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Deficient reinforcement learning in medial frontal cortex as a model of dopamine-related motivational deficits in ADHD

Deficient reinforcement learning in medial frontal cortex as a model of dopamine-related motivational deficits in ADHD
Deficient reinforcement learning in medial frontal cortex as a model of dopamine-related motivational deficits in ADHD
Attention Deficit/Hyperactivity Disorder (ADHD) is a pathophysiologically complex and heterogeneous condition with both cognitive and motivational components. We propose a novel computational hypothesis of motivational deficits in ADHD, drawing together recent evidence on the role of anterior cingulate cortex (ACC) and associated mesolimbic dopamine circuits in both reinforcement learning and ADHD. Based on findings of dopamine dysregulation and ACC involvement in ADHD we simulated a lesion in a previously validated computational model of ACC (Reward Value and Prediction Model, RVPM). We explored the effects of the lesion on the processing of reinforcement signals. We tested specific behavioral predictions about the profile of reinforcement-related deficits in ADHD in three experimental contexts; probability tracking task, partial and continuous reward schedules, and immediate versus delayed rewards. In addition, predictions were made at the neurophysiological level. Behavioral and neurophysiological predictions from the RVPM-based lesion-model of motivational dysfunction in ADHD were confirmed by data from previously published studies. RVPM represents a promising model of ADHD reinforcement learning suggesting that ACC dysregulation might play a role in the pathogenesis of motivational deficits in ADHD. However, more behavioral and neurophysiological studies are required to test core predictions of the model. In addition, the interaction with different brain networks underpinning other aspects of ADHD neuropathology (i.e., executive function) needs to be better understood.

adhd, acc, reinforcement learning, dopamine, prediction error, reward expectation
199-209
Silvetti, Massimo
380dd068-96ec-4734-aef8-1e84e1800ad1
Wiersema, Jan R.
cc91556a-6a9f-4079-b0b8-502bd729b936
Sonuga-Barke, Edmund
bc80bf95-6cf9-4c76-a09d-eaaf0b717635
Verguts, Tom
6e5335fd-b742-4c58-8dd4-31a37e6c5d46
Silvetti, Massimo
380dd068-96ec-4734-aef8-1e84e1800ad1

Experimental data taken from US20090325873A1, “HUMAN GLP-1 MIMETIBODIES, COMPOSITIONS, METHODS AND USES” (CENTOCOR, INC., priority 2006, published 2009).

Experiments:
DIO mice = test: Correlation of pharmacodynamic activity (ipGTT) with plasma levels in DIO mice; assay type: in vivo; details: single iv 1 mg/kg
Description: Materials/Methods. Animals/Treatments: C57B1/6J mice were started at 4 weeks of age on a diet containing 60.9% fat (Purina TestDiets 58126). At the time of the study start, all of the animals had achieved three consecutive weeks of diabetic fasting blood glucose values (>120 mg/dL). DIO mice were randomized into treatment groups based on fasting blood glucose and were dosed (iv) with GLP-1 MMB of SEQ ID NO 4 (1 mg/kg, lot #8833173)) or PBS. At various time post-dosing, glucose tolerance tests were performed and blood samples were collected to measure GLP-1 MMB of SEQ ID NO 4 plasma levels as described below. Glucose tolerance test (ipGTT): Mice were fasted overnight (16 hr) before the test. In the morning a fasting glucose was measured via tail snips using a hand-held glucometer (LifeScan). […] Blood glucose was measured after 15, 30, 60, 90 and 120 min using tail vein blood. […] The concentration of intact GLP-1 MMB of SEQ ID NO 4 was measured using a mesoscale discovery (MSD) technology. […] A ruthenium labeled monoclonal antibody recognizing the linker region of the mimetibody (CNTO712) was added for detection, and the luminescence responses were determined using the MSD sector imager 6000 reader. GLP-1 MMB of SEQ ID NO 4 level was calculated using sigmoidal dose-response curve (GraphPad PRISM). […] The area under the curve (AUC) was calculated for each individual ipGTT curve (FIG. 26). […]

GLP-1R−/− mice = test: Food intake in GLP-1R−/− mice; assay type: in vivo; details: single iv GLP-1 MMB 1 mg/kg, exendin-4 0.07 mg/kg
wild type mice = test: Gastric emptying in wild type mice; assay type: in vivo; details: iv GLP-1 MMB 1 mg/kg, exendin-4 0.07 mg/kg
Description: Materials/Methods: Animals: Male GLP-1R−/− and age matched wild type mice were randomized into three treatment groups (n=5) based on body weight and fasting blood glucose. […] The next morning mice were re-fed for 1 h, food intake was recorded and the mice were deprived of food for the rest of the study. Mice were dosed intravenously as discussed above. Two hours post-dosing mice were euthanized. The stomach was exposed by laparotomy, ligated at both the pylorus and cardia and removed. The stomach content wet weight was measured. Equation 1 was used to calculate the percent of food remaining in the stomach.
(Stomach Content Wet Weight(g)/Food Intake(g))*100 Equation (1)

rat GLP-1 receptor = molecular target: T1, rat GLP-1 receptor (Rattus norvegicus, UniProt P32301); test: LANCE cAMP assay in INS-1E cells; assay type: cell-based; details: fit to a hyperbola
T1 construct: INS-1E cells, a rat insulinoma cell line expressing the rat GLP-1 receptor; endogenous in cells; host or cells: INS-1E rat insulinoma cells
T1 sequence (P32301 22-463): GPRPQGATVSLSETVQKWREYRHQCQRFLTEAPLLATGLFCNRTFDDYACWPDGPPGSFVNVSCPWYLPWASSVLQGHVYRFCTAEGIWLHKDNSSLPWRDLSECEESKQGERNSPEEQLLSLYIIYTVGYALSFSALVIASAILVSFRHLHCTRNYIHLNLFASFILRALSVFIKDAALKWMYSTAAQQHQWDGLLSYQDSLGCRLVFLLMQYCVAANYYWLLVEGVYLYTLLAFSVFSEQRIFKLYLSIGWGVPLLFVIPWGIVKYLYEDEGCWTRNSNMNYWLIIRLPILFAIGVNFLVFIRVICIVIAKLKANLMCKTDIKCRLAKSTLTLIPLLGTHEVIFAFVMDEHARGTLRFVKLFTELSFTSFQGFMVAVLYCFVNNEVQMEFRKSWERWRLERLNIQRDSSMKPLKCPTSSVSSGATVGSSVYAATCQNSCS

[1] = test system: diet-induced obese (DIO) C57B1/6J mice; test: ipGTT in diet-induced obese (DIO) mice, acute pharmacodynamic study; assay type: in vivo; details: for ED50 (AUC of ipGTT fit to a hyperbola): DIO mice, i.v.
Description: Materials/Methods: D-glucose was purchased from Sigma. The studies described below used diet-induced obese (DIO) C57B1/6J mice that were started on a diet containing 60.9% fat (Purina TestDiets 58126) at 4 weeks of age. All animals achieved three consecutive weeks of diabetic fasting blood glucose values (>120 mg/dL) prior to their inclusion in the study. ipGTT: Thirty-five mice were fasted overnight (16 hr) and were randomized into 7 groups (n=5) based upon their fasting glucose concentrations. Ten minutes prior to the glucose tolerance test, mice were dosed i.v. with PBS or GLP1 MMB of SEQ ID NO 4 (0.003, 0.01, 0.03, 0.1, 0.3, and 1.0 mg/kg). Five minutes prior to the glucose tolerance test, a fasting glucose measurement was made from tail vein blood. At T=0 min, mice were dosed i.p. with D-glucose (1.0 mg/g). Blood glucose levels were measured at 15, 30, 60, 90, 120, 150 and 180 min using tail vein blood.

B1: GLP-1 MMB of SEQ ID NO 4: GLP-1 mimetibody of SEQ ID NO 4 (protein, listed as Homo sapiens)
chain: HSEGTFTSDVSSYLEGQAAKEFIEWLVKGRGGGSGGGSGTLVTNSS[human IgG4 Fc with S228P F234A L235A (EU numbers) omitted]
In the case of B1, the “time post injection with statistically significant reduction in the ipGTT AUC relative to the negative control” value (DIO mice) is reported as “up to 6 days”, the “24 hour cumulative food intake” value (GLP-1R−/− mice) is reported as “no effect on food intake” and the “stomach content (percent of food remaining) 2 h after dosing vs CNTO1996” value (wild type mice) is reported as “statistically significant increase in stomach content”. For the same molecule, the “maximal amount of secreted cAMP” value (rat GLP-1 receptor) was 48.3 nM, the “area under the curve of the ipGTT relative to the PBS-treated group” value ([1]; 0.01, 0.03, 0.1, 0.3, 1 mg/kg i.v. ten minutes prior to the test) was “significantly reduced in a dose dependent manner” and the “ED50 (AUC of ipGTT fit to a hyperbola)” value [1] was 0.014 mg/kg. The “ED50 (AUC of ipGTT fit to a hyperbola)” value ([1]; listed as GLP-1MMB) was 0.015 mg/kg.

Wiersema, Jan R.
cc91556a-6a9f-4079-b0b8-502bd729b936
Sonuga-Barke, Edmund
bc80bf95-6cf9-4c76-a09d-eaaf0b717635
Verguts, Tom
6e5335fd-b742-4c58-8dd4-31a37e6c5d46

Silvetti, Massimo, Wiersema, Jan R., Sonuga-Barke, Edmund and Verguts, Tom (2013) Deficient reinforcement learning in medial frontal cortex as a model of dopamine-related motivational deficits in ADHD. Neural Networks, 46, 199-209. (doi:10.1016/j.neunet.2013.05.008).

Record type: Article

Abstract

Attention Deficit/Hyperactivity Disorder (ADHD) is a pathophysiologically complex and heterogeneous condition with both cognitive and motivational components. We propose a novel computational hypothesis of motivational deficits in ADHD, drawing together recent evidence on the role of anterior cingulate cortex (ACC) and associated mesolimbic dopamine circuits in both reinforcement learning and ADHD. Based on findings of dopamine dysregulation and ACC involvement in ADHD we simulated a lesion in a previously validated computational model of ACC (Reward Value and Prediction Model, RVPM). We explored the effects of the lesion on the processing of reinforcement signals. We tested specific behavioral predictions about the profile of reinforcement-related deficits in ADHD in three experimental contexts; probability tracking task, partial and continuous reward schedules, and immediate versus delayed rewards. In addition, predictions were made at the neurophysiological level. Behavioral and neurophysiological predictions from the RVPM-based lesion-model of motivational dysfunction in ADHD were confirmed by data from previously published studies. RVPM represents a promising model of ADHD reinforcement learning suggesting that ACC dysregulation might play a role in the pathogenesis of motivational deficits in ADHD. However, more behavioral and neurophysiological studies are required to test core predictions of the model. In addition, the interaction with different brain networks underpinning other aspects of ADHD neuropathology (i.e., executive function) needs to be better understood.

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More information

Published date: 2013
Keywords: adhd, acc, reinforcement learning, dopamine, prediction error, reward expectation
Organisations: Clinical Neuroscience

Identifiers

Local EPrints ID: 354553
URI: https://eprints.soton.ac.uk/id/eprint/354553
PURE UUID: ca3a1136-8bec-4588-8788-d47daabc1322

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Date deposited: 15 Jul 2013 14:33
Last modified: 16 Jul 2019 21:28

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Contributors

Author: Massimo Silvetti
Author: Jan R. Wiersema
Author: Edmund Sonuga-Barke
Author: Tom Verguts

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